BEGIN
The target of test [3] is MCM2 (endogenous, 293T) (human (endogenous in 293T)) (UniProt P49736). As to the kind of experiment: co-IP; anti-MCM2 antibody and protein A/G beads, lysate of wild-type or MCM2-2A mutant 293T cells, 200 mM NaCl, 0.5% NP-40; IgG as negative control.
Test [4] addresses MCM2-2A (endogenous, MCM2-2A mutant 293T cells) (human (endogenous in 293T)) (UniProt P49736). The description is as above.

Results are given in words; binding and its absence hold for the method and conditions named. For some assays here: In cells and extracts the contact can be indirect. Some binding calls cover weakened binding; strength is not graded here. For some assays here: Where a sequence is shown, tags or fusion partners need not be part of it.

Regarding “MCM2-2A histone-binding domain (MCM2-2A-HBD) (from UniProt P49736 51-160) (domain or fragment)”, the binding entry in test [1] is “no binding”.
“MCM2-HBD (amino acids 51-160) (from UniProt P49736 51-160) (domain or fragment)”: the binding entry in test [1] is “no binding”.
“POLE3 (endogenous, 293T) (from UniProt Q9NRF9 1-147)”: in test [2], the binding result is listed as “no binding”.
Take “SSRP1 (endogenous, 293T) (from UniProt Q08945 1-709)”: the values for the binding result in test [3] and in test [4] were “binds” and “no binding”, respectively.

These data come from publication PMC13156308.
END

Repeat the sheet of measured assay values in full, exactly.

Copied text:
The target of test [3] is MCM2 (endogenous, 293T) (human (endogenous in 293T)) (UniProt P49736). As to the kind of experiment: co-IP; anti-MCM2 antibody and protein A/G beads, lysate of wild-type or MCM2-2A mutant 293T cells, 200 mM NaCl, 0.5% NP-40; IgG as negative control.
Test [4] addresses MCM2-2A (endogenous, MCM2-2A mutant 293T cells) (human (endogenous in 293T)) (UniProt P49736). The description is as above.

Results are given in words; binding and its absence hold for the method and conditions named. For some assays here: In cells and extracts the contact can be indirect. Some binding calls cover weakened binding; strength is not graded here. For some assays here: Where a sequence is shown, tags or fusion partners need not be part of it.

Regarding “MCM2-2A histone-binding domain (MCM2-2A-HBD) (from UniProt P49736 51-160) (domain or fragment)”, the binding entry in test [1] is “no binding”.
“MCM2-HBD (amino acids 51-160) (from UniProt P49736 51-160) (domain or fragment)”: the binding entry in test [1] is “no binding”.
“POLE3 (endogenous, 293T) (from UniProt Q9NRF9 1-147)”: in test [2], the binding result is listed as “no binding”.
Take “SSRP1 (endogenous, 293T) (from UniProt Q08945 1-709)”: the values for the binding result in test [3] and in test [4] were “binds” and “no binding”, respectively.

These data come from publication PMC13156308.